Did you know that 79% of employees place more trust in their coworkers than their company's superiors?
Does this surprise you?
Trust among coworkers can create a more positive and tolerable work environment. Luckily, it's possible to begin or continue building trust with any of your coworkers!
While the level of trust you gain might vary from person to person, you'll still be able to strengthen bonds within your team.
Why is Trust Important in the Workplace?
Building trust among coworkers can result in:
Stronger teams — coworkers who trust each other are more likely to communicate openly and exchange ideas.
A positive work environment — coworkers may feel more loyalty and motivation in the workplace, which can lead to a healthier workspace.
Positive work culture — coworkers may gain the ability to rely on each other, take risks, and open up without the fear of rejection or judgment.
These are a few of the many benefits that come with having trust among coworkers.
Things to Consider About Building Trust
Building trust with coworkers can be tricky. When it comes to workplace relationships the old saying is true for many: "Your coworkers are not your friends."
Everyone's comfort level with building trust in the workplace will vary. When building trust with coworkers, remember:
Coworkers may be selective about whom they share personal information with.
Tip: Keep shared information private unless you're told that it's okay to share with others.
Many workplaces have a code of conduct that everyone must follow.
Tip: Be mindful of these rules and use discretion to avoid violations.
Some coworkers only want a "Hi" and "Bye" type of relationship in the workplace.
Tip: While this may change with time, always respect set boundaries.
You can still build trust with your coworkers without a deep personal connection! The 3 strategies below will help you establish that trust with anyone in your organization.
1. Build Rapport and Communicate Frequently
Get to know your coworkers by communicating with small talk in a meaningful way.
Start all interactions with a greeting and try to use preferred names.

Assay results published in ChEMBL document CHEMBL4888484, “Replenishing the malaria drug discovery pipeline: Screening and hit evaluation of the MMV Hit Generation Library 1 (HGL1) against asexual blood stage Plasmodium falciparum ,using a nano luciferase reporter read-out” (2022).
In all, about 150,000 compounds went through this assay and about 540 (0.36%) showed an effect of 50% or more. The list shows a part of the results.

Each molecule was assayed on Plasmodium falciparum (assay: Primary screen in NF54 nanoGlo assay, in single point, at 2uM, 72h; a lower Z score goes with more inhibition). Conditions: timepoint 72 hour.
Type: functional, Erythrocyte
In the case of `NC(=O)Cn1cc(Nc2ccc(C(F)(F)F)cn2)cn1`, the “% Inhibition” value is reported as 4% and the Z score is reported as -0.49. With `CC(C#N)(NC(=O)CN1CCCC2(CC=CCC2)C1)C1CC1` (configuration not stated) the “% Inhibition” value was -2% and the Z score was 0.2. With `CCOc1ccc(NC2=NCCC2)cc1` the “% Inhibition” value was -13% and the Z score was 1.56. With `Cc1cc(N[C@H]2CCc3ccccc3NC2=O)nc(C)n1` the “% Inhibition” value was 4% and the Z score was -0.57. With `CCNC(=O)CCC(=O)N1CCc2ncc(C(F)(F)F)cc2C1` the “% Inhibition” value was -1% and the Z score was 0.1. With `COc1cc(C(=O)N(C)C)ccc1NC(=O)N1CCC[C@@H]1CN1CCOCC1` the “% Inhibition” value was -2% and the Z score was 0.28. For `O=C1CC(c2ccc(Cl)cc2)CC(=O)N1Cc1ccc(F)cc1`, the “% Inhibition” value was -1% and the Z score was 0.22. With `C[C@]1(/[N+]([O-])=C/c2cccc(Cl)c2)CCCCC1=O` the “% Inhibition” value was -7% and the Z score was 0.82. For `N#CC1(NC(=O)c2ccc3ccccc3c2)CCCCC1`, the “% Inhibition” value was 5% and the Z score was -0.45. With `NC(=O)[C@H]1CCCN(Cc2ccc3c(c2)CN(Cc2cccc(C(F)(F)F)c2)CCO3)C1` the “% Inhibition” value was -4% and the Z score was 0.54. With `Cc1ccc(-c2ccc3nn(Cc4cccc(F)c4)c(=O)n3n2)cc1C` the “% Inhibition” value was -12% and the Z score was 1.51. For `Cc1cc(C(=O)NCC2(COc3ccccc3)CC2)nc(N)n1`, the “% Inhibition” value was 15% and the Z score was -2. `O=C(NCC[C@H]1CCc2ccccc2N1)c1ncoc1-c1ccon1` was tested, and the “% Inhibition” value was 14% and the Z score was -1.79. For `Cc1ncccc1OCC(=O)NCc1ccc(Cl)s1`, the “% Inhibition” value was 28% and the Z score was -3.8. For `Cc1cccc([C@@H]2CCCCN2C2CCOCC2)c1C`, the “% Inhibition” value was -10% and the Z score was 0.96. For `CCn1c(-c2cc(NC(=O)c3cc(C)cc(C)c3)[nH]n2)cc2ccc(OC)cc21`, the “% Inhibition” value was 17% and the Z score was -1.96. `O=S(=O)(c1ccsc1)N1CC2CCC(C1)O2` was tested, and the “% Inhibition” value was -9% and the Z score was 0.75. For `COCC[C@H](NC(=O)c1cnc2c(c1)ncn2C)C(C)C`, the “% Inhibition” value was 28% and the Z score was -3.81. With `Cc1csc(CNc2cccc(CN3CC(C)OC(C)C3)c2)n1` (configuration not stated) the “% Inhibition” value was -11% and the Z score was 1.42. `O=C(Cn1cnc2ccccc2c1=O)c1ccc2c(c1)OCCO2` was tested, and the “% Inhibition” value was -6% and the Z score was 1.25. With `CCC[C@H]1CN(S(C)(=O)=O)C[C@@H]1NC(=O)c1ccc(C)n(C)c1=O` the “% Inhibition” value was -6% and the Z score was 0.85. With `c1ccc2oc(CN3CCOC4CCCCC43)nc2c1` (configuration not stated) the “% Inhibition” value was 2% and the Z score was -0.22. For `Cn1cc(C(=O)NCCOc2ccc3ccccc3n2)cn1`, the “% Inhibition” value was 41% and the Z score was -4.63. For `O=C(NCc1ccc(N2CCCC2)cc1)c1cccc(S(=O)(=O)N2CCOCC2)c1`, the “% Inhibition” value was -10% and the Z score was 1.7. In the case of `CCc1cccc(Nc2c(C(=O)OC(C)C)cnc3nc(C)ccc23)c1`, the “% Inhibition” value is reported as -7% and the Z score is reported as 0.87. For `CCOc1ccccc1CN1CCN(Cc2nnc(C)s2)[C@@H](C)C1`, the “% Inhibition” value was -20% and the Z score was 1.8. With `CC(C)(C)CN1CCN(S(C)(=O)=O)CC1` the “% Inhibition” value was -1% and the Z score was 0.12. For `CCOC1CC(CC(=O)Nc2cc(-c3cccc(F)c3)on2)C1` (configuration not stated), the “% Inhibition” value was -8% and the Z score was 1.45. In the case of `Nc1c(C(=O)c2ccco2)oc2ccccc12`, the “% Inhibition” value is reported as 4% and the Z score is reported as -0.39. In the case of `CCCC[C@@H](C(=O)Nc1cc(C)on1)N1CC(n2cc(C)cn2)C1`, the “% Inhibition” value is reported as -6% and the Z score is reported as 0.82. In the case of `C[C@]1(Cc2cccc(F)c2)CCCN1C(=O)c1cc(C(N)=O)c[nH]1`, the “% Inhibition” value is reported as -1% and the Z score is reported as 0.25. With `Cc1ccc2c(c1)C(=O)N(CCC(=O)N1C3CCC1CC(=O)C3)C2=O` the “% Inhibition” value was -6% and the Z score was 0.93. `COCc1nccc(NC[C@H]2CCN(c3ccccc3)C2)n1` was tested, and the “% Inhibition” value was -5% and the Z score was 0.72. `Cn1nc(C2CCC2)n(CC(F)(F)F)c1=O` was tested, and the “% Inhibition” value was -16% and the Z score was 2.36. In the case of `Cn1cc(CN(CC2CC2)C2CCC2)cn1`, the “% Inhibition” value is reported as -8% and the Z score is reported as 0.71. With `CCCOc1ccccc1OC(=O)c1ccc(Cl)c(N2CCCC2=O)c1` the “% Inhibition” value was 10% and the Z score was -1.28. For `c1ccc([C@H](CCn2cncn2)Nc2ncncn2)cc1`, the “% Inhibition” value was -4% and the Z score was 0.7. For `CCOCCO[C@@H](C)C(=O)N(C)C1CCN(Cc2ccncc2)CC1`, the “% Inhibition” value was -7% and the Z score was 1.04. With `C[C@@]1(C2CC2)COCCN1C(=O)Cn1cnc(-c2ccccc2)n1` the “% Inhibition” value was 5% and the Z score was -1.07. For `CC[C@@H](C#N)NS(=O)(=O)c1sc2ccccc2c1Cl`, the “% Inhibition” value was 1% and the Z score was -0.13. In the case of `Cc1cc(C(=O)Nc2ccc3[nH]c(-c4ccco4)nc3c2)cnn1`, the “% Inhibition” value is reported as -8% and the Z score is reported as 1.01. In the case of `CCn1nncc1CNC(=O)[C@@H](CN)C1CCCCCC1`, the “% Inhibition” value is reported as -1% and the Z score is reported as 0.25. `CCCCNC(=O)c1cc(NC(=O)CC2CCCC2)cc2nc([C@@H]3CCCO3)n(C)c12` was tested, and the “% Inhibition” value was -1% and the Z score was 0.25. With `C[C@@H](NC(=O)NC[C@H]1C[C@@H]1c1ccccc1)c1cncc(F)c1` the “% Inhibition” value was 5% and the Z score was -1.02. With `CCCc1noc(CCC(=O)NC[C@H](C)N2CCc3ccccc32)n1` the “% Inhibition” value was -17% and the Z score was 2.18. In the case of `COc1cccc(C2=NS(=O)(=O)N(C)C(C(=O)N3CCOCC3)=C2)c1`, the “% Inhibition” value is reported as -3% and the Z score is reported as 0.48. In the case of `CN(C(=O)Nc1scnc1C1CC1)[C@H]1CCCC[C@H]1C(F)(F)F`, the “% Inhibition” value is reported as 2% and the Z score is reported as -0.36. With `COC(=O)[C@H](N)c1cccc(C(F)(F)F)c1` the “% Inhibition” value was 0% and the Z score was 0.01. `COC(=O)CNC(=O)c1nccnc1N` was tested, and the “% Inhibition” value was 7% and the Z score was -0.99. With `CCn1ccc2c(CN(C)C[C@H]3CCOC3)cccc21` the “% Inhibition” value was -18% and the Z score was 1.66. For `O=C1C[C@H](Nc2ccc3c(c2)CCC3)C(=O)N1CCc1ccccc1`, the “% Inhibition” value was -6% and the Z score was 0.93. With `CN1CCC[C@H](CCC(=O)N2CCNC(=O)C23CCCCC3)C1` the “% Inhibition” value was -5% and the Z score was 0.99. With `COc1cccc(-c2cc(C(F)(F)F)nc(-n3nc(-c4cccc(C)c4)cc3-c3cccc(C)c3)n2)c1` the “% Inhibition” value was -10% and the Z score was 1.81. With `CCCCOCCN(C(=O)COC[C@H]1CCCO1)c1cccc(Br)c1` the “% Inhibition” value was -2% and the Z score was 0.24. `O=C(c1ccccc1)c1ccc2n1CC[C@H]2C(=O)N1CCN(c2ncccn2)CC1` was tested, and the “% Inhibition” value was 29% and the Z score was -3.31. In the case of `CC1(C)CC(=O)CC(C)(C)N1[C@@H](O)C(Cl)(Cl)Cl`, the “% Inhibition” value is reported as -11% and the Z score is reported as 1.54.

For example: "Good morning Xiomora", "Hello Keenan!", "Thank you, Kelsi."
Acknowledge significant dates mentioned by asking about their plans or how things went afterward.
For example: Birthdays, anniversaries, milestones, educational completions
Congratulate announced accomplishments in group or one-on-one settings
Tip: Be considerate of their comfort level with attention when giving shout-outs in group settings.
2. Be Honest and Transparent
Start all interactions with your coworkers with honesty.
Try to be truthful, even when it might seem awkward.
Why? Getting caught in a lie is a quick way to lose anyone's trust.
Avoid keeping secrets or withholding information that may have a big effect on others.
Why? If it's not confidential, consider sharing the information when needed or asked.
Your coworker told you she's pregnant but hasn't announced it yet. She's a huge part of your team project. Should you tell the other team members?
3. Be Helpful and Reliable
Offer help when you can and stick to your word when making commitments.
How to be reliable:
Avoid making promises and commitments that you can't deliver.
Communicate when you are unable to provide help that you previously committed to.
How to be helpful:
Offer assistance or help to others in need of support when you are comfortably able to.
If you can't help, be honest with the person requesting assistance (if it was a direct request).
Time to Practice!
Kara has recently started working on a team with a new company. Ricardo, a team member and coworker, has been asked to orient Kara to the team and their technological tools during the first few days.
On the final day of Kara's orientation with Ricardo, she admits that she has been struggling with learning some of the technology tools on her own.
How can Ricardo build trust with Kara in this scenario?
Explore the following resources to boost your understanding of trust in the workplace!